Calls for boycotts of the company and other retailers that carried Valbella products rapidly spread across social media.

The nearby Banff Centre for Arts and Creativity tweeted they would sever ties with the Canmore company.

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“Following the recent communications that were made public within the Bow Valley community and Valbella Gourmet Foods today, Banff Centre has chosen to remove all Valbella products from company operations and will seize [sic] any business relations,” the centre wrote.

The Fairmont Jasper Park Lodge said it was saddened and disappointed to learn of the hateful remarks, and announced effective immediately, it would no longer work with, or purchase from, Valbella.

Calgary-based organic foods retailer Blush Lane announced a similar decision on social media, saying they were “shocked and incredibly disappointed to hear about the harmful and hateful remarks made by Valbella.

A statement from Blush Lane Organic Market on their severed relationship with Valbella Gourmet Foods, posted on Instagram on July 26, 2022.


“We have immediately discontinued our relationship with Valbella as a vendor at both Spud and Blush Lane,” the company wrote.

Online farmer’s market Cultivatr CEO Dan Berenzan decried the hateful comments.

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“We have just been made aware that one of the vendors on our platform has made disgusting and hateful comments regarding the LGBTQIA2S+ community,” Berenzan’s statement read.

“We have immediately suspended selling products from this company.”

A crowdfunding page was also set up to support Canmore Pride and Crush Collective.

An age-old conspiracy theory

The moral panic and conspiracy theory of alleged child predation by LGBTQ people traces its roots back to Anita Bryant in the 1970s, according to Dr. Kristopher Wells, associate professor at MacEwan University and Canada research chair for the public understanding of sexual and gender-minority youth.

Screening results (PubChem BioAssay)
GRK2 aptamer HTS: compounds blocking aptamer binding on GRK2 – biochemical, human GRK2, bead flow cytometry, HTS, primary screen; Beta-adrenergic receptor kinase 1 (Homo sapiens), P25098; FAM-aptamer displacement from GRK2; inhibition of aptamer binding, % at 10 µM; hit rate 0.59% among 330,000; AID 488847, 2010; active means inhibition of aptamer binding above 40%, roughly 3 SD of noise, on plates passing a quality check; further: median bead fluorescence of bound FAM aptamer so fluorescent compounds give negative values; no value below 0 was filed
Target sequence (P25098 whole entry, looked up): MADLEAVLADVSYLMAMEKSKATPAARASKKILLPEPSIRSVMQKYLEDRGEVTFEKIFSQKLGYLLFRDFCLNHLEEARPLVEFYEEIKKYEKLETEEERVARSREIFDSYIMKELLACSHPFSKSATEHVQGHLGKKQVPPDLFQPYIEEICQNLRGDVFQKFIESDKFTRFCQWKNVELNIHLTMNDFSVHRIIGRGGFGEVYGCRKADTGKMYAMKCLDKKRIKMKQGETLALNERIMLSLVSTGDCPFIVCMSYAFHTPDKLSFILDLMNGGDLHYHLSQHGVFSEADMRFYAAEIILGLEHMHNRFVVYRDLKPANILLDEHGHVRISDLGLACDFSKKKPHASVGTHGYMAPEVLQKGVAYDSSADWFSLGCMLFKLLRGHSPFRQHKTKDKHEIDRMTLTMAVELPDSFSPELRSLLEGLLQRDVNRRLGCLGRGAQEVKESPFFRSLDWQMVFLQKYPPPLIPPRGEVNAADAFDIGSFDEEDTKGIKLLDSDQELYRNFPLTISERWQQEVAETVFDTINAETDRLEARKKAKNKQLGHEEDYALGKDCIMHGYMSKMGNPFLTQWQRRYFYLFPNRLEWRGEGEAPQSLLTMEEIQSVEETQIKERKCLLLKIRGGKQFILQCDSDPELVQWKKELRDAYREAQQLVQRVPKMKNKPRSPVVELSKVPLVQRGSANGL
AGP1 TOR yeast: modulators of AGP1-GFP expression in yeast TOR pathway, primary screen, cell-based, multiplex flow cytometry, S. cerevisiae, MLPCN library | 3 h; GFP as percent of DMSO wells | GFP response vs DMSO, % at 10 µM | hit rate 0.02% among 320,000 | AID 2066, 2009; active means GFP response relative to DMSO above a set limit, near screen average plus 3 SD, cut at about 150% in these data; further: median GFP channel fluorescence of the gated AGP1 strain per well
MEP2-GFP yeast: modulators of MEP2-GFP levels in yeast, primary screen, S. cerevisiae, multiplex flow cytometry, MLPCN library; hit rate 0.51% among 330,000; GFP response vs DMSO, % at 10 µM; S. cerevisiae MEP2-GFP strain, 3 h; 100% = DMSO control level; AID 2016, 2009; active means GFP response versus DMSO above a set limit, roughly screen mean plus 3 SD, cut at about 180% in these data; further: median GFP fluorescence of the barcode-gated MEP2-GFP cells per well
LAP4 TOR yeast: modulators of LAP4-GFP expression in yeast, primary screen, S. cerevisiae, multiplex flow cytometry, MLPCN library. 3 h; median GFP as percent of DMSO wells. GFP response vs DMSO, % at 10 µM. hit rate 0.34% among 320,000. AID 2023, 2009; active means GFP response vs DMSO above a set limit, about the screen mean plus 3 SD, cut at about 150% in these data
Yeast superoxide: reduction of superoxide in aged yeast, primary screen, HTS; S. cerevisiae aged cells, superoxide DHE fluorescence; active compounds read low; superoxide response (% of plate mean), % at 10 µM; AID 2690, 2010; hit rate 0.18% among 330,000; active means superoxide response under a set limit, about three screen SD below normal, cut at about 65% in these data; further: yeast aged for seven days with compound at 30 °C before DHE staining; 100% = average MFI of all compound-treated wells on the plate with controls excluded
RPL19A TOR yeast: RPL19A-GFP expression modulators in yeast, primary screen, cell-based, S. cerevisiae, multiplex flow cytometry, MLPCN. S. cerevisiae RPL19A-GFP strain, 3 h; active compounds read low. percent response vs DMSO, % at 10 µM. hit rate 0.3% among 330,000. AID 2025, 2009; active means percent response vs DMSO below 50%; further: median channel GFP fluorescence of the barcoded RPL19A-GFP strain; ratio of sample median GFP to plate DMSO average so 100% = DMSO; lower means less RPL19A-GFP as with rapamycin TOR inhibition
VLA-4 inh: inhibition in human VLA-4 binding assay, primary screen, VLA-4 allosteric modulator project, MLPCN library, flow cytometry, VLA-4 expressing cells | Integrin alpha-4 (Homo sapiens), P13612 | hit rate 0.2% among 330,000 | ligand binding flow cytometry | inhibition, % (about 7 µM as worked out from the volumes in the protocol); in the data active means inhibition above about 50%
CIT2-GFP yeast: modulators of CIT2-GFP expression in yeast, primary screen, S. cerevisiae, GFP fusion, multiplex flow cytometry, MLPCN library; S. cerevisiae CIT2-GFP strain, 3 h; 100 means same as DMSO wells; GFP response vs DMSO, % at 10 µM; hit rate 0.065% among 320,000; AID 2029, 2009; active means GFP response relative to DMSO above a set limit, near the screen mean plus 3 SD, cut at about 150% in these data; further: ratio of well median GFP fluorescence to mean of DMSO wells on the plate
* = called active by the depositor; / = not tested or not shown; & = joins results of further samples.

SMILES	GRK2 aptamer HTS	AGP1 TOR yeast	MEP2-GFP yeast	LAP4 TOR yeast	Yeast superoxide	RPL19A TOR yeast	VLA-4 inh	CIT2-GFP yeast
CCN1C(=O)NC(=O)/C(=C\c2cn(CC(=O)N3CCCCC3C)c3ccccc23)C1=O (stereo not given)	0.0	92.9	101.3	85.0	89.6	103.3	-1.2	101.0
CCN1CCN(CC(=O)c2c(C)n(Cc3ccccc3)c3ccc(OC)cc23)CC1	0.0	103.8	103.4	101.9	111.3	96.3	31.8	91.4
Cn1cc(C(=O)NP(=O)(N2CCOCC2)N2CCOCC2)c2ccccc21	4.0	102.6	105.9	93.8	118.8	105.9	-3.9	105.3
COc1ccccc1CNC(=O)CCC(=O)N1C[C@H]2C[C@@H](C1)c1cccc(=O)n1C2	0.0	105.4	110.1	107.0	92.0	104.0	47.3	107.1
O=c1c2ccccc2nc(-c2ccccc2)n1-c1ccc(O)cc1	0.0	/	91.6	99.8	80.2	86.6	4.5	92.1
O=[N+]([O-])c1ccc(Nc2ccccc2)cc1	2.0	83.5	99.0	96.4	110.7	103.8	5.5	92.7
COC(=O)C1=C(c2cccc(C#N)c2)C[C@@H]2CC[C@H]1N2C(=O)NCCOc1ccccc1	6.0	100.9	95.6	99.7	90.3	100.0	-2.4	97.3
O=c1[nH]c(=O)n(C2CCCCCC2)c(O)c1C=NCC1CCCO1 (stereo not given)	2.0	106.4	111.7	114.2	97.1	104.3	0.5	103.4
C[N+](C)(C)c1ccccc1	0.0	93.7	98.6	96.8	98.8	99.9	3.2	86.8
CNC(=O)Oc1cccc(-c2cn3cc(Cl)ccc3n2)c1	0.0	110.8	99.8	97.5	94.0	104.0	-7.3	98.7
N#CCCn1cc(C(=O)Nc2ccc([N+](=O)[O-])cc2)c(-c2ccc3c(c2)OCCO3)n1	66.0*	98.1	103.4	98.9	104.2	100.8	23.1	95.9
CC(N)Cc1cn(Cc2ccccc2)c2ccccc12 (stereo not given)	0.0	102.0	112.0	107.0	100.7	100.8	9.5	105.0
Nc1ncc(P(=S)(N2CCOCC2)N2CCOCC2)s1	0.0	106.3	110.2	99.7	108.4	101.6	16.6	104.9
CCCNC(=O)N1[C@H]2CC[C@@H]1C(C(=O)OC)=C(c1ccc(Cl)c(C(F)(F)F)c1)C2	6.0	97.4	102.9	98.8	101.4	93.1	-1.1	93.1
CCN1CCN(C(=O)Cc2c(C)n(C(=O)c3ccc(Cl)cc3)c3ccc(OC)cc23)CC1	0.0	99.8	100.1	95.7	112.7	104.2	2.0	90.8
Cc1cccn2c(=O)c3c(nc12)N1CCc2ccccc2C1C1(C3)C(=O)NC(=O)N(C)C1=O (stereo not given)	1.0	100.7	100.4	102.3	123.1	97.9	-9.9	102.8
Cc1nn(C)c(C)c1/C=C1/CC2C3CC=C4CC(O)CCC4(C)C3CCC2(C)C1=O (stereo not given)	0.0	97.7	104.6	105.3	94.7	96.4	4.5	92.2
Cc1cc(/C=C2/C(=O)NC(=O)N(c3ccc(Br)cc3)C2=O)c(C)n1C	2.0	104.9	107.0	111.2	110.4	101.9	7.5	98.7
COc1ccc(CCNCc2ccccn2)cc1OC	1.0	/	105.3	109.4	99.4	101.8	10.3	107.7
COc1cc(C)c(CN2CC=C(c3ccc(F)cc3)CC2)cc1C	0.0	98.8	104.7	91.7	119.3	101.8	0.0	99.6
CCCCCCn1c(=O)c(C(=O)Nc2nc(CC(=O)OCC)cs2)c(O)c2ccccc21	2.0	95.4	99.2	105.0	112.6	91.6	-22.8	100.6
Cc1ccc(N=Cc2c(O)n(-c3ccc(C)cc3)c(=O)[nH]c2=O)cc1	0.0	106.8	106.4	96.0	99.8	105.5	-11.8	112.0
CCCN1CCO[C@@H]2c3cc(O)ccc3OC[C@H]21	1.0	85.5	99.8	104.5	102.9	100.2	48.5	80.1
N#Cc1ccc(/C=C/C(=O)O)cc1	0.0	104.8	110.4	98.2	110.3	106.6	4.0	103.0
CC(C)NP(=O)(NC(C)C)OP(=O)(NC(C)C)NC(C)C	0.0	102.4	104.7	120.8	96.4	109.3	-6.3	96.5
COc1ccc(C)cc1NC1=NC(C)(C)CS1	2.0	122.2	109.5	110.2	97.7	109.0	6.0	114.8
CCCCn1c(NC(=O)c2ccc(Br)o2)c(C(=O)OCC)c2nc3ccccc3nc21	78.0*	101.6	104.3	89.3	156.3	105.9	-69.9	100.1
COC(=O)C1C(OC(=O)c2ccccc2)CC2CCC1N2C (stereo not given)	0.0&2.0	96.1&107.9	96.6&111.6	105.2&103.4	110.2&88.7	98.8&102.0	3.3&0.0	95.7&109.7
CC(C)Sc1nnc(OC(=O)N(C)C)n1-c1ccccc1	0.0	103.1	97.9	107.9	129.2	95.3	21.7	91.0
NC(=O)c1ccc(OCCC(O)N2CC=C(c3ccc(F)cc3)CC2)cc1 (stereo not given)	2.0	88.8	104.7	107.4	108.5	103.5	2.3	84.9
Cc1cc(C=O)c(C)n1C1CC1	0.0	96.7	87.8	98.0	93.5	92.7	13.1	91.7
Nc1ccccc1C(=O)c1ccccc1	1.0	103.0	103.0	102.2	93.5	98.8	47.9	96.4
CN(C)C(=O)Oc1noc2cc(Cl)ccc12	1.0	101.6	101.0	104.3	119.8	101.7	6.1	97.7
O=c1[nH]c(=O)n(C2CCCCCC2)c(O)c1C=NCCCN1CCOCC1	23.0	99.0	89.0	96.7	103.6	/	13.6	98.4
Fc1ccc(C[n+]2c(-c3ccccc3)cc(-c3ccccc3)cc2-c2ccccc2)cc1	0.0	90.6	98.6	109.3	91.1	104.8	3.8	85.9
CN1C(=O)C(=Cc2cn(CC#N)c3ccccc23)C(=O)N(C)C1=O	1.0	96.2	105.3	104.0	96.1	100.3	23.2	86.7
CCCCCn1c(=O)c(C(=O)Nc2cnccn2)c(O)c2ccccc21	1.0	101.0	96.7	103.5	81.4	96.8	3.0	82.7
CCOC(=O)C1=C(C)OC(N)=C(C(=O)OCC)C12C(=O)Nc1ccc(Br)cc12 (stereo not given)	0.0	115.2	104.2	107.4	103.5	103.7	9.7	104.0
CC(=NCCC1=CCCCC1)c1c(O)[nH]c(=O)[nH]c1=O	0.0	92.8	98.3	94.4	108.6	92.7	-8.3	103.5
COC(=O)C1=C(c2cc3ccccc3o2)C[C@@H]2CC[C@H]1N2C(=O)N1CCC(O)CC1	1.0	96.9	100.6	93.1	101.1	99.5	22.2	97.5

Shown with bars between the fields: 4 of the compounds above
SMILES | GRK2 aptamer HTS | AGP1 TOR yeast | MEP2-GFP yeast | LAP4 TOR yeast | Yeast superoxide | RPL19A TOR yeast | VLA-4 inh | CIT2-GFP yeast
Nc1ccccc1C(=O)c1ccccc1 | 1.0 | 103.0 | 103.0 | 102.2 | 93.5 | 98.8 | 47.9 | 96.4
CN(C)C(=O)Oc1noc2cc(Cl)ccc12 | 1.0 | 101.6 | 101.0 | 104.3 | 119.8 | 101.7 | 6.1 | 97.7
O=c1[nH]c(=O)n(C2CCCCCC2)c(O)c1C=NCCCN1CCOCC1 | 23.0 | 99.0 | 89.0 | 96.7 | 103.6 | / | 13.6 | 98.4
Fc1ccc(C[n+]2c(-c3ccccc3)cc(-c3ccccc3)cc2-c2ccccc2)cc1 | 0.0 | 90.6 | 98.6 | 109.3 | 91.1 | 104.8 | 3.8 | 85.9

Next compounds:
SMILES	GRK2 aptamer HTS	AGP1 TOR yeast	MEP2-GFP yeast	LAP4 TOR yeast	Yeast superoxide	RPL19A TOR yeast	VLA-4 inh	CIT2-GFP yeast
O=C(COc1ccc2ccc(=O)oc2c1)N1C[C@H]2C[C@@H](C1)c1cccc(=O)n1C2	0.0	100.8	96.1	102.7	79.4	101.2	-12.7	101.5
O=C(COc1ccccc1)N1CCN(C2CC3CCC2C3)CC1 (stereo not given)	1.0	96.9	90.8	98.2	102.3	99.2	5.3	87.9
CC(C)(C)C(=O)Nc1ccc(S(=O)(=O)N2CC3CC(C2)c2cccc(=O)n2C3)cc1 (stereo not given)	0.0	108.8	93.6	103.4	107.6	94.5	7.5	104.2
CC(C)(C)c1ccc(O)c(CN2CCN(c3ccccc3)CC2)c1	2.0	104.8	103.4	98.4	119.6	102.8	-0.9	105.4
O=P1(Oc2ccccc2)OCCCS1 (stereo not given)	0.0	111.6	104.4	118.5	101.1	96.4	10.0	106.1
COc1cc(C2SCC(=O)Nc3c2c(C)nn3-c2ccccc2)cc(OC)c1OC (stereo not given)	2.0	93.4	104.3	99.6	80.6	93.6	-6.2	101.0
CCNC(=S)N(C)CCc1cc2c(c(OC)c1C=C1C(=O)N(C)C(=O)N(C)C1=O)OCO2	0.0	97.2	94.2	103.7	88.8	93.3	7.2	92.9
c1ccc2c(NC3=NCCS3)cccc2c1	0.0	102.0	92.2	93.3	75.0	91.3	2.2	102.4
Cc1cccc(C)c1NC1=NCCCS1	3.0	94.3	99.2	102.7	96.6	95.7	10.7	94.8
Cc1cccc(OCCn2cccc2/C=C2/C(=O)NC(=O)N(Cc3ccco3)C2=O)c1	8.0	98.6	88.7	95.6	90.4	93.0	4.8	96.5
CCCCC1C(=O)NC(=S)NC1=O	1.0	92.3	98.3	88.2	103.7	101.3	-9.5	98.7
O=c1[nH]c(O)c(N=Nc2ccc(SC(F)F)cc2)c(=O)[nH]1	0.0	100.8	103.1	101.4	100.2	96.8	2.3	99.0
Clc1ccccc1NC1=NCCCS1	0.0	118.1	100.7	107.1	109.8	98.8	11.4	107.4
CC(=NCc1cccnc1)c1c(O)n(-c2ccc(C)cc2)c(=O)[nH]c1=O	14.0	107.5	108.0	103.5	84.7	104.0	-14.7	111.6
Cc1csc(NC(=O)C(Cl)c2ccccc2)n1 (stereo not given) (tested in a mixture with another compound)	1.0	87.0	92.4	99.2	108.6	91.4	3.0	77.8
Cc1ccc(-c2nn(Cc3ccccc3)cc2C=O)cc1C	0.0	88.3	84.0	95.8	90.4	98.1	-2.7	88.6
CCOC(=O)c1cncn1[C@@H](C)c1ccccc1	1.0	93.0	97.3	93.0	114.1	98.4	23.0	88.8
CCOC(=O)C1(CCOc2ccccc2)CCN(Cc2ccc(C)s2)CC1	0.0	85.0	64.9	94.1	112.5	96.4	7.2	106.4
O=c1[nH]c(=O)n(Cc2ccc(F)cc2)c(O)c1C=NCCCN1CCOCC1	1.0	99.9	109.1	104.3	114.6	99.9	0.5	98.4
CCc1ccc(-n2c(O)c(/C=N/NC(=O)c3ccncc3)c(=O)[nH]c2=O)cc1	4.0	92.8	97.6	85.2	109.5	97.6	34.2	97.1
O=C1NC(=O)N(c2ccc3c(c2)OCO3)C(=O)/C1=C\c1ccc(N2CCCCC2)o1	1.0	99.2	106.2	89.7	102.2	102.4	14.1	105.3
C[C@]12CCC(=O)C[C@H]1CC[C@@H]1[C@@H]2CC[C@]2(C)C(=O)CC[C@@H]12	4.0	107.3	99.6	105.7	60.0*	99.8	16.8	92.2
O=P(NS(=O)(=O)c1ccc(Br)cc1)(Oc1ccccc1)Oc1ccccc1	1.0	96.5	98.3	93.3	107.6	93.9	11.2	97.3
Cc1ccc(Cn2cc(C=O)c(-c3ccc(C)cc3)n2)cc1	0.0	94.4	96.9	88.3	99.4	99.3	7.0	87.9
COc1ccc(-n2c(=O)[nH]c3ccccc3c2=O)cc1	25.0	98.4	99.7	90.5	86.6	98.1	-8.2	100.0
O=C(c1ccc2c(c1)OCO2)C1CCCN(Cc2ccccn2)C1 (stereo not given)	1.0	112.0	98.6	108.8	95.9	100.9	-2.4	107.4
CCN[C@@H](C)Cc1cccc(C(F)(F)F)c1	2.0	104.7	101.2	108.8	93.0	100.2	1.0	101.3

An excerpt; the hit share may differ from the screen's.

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“Many will remember that name as a former Miss Florida who led an anti-gay crusade across North America,” Wells told Global News. “In fact, she came to Edmonton and Calgary in the late 1970s as part of her Save Our Children campaign, which was the basic premise that LGBTQ people were child molesters, were pedophiles, were targeting children in schools, were infiltrating schools and professions so that they could have access to children.

“And in fact, she and others from the religious right fought against any city ordinances that included sexual orientation as a protected ground against discrimination and actually managed to have cities roll back those rights and protections.”

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Wells noted that until 1998, Alberta didn’t protect homosexuals in its human rights legislation, the result of a Supreme Court ruling. Eleven years later, Alberta became the last province to add “sexual orientation” to human rights legislation. Also in 2009, Bill 44 allowed parents to opt children out of discussions of sexual orientation, human sexuality or religion in school. And in 2015, gay-straight alliances or GSAs were allowed in schools across the province.

A recent increase in so-called “child grooming” conspiracy theories has come at a time when U.S. states like Florida and Texas were passing bills banning sexual orientation instruction in schools in those states, part of a swell in anti-trans rhetoric among right wing politicians, he added.

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“What’s particularly most disturbing about this email response… is these harmful and dangerous stereotypes that somehow transgender individuals are predators, they’re looking to recruit children into so-called deviant lifestyle, that somehow being transgender is not a legitimate identity within our society,” Wells said.

“These kinds of stereotypes actually rise to the level of hate incidences, because what stereotypes do is they try to dehumanize an entire group of people and say that they’re less worthy of rights and protections than everyone else.

“This kind of dehumanizing language is what leads to hate crimes and violence,” he said. “And in fact, I think the RCMP should be investigating this as a hate incident.”

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Transphobic responses like the one sent to Canmore Pride is one of the reasons for creating the organization, Kealey said.

“A part of our values come to making safe spaces and creating places where queer people can exist freely and safely,” they said. “And that’s another reason why we have started doing training in the Bow Valley so that we can educate people on how diversity, equity and inclusion concepts relate to the community and how they can make their businesses more safe and inclusive spaces.

“If you’re clearly expressing this as a business owner, it just shows how much farther we still have to go.”

–With files from Michelle Butterfield, Global News

© 2022 Global News, a division of Corus Entertainment Inc.